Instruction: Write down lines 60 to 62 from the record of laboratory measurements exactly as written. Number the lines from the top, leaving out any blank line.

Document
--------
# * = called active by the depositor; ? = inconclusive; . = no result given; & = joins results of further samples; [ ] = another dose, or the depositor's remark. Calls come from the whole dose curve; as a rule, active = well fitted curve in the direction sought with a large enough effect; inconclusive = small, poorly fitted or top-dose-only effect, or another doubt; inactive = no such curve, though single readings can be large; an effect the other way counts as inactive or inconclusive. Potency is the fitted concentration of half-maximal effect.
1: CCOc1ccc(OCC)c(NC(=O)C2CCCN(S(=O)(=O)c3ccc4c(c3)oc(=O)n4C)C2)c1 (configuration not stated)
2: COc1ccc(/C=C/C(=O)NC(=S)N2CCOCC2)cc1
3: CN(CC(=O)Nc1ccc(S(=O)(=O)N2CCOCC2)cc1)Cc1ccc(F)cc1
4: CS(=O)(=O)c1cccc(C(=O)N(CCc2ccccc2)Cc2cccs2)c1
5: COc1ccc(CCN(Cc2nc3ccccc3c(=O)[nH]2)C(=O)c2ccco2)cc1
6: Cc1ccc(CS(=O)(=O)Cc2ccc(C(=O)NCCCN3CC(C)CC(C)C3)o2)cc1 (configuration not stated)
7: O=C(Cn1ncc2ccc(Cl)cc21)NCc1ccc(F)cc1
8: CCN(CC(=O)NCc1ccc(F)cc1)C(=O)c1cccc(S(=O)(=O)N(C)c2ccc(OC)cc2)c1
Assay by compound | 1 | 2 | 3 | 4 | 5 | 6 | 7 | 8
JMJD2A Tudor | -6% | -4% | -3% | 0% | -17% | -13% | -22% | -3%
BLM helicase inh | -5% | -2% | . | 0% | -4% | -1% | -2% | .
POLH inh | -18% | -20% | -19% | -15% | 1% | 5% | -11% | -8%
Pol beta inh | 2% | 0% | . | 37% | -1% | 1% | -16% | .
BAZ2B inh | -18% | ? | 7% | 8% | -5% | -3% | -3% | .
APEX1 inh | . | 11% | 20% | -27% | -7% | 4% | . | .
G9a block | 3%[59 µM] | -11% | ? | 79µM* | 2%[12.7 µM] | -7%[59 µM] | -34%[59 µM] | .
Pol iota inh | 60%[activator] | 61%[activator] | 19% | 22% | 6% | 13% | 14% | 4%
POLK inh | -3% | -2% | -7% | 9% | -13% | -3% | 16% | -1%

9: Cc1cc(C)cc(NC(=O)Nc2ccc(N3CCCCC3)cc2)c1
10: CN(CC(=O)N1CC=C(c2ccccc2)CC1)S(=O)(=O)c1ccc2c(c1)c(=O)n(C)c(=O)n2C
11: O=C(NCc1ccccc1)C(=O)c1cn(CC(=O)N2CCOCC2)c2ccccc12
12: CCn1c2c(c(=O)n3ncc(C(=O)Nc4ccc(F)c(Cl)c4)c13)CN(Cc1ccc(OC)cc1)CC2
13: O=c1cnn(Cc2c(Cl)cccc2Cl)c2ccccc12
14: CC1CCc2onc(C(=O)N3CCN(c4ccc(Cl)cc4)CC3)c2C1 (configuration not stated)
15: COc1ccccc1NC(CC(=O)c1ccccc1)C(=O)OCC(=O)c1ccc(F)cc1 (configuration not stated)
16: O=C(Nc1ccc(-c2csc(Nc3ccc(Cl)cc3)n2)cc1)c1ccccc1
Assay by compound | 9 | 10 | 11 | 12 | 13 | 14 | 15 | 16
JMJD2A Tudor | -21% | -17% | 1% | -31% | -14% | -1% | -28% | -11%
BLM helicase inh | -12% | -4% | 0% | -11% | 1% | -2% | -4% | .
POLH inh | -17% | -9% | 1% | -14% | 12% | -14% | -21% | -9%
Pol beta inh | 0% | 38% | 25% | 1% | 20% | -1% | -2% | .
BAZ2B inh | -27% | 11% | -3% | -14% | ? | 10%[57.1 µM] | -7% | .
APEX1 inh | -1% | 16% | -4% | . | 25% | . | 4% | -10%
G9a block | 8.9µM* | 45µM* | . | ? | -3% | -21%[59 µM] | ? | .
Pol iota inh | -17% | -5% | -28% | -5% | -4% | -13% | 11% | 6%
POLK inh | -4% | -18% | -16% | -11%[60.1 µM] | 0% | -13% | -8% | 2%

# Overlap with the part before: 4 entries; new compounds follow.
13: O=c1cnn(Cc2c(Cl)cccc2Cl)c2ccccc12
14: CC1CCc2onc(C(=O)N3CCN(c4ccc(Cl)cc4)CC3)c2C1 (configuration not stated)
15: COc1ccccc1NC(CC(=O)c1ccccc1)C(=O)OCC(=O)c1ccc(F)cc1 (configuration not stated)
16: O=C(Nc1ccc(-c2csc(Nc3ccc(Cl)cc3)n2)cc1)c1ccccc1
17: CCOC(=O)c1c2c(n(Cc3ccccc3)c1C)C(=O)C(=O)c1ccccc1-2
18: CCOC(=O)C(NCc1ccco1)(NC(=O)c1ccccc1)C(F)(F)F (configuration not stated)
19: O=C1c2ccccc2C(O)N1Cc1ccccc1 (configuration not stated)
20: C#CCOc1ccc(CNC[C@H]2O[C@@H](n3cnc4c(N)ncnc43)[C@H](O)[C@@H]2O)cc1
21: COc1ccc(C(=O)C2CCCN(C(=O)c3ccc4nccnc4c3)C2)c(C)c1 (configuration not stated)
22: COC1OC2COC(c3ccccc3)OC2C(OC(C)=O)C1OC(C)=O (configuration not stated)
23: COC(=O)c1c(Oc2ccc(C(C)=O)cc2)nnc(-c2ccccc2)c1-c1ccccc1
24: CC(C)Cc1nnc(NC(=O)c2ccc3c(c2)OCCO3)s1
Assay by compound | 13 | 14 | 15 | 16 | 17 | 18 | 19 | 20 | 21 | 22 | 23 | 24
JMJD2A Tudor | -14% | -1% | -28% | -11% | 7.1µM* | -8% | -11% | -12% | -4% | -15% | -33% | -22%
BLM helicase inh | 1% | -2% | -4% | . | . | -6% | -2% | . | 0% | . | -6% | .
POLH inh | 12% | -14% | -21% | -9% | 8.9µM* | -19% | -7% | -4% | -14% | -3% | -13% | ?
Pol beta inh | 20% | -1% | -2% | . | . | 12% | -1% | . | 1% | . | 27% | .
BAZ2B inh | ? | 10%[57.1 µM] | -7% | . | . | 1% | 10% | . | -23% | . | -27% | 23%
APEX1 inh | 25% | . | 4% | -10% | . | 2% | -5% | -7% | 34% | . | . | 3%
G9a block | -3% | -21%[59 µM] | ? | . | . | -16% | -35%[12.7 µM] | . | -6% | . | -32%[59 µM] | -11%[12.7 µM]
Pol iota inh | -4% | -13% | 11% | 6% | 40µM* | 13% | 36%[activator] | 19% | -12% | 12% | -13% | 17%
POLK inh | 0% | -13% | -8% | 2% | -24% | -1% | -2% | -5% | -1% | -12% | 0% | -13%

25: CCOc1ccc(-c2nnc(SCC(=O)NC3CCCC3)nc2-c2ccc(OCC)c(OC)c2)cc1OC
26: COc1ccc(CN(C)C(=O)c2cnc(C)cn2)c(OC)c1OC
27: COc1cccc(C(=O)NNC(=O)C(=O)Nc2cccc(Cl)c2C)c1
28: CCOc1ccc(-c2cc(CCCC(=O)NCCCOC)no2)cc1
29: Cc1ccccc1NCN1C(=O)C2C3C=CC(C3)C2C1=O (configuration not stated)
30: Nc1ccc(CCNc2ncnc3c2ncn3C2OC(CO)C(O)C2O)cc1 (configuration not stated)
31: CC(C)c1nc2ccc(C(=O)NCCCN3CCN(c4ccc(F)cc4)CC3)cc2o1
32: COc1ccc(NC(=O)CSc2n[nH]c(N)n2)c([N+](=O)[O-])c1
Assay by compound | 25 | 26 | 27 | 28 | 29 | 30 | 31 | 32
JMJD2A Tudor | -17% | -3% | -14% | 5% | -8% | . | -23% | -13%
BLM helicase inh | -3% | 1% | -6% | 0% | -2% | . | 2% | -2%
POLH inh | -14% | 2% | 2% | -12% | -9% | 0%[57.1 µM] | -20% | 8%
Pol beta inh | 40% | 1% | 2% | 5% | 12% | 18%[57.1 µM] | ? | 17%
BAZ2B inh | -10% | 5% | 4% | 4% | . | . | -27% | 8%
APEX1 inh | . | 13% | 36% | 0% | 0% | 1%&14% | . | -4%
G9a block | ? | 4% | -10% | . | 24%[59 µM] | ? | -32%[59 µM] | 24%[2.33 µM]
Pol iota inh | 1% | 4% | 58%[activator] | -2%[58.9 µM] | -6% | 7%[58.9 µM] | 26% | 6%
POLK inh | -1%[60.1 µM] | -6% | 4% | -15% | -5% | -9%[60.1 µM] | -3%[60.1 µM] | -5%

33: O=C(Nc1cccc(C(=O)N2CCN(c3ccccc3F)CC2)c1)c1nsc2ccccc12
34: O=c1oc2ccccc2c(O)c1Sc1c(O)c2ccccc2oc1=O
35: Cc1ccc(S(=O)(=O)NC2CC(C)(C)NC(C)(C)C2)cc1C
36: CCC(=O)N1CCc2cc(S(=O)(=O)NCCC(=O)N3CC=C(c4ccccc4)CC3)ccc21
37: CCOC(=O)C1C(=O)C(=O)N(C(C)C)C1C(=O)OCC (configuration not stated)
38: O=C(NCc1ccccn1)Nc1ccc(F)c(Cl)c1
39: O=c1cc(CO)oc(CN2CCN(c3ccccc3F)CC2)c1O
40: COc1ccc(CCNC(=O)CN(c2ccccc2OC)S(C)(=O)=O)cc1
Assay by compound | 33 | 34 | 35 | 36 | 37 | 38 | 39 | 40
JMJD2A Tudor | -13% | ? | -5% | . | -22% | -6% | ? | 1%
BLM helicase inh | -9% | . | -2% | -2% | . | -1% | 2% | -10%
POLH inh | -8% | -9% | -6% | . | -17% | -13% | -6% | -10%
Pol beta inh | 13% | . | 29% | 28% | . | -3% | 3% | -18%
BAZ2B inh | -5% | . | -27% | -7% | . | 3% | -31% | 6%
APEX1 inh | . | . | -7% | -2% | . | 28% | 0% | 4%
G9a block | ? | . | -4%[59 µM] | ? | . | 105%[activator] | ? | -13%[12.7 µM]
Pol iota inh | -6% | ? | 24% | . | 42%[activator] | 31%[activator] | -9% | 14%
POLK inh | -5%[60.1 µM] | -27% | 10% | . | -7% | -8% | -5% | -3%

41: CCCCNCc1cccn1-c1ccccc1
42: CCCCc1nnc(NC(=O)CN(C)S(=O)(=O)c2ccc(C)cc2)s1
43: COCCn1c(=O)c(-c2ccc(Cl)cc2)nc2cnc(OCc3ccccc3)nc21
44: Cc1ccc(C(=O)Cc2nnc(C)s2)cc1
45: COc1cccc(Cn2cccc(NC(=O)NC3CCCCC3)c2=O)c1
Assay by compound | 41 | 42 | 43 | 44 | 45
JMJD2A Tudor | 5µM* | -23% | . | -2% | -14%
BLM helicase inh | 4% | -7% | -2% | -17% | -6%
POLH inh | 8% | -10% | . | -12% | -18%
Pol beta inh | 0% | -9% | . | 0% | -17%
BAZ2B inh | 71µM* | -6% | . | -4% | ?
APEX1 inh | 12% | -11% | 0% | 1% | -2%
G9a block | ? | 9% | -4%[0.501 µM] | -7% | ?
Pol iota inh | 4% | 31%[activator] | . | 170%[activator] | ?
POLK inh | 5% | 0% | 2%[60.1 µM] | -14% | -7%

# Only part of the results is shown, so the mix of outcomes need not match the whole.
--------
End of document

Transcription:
POLK inh | 0% | -13% | -8% | 2% | -24% | -1% | -2% | -5% | -1% | -12% | 0% | -13%

25: CCOc1ccc(-c2nnc(SCC(=O)NC3CCCC3)nc2-c2ccc(OCC)c(OC)c2)cc1OC
26: COc1ccc(CN(C)C(=O)c2cnc(C)cn2)c(OC)c1OC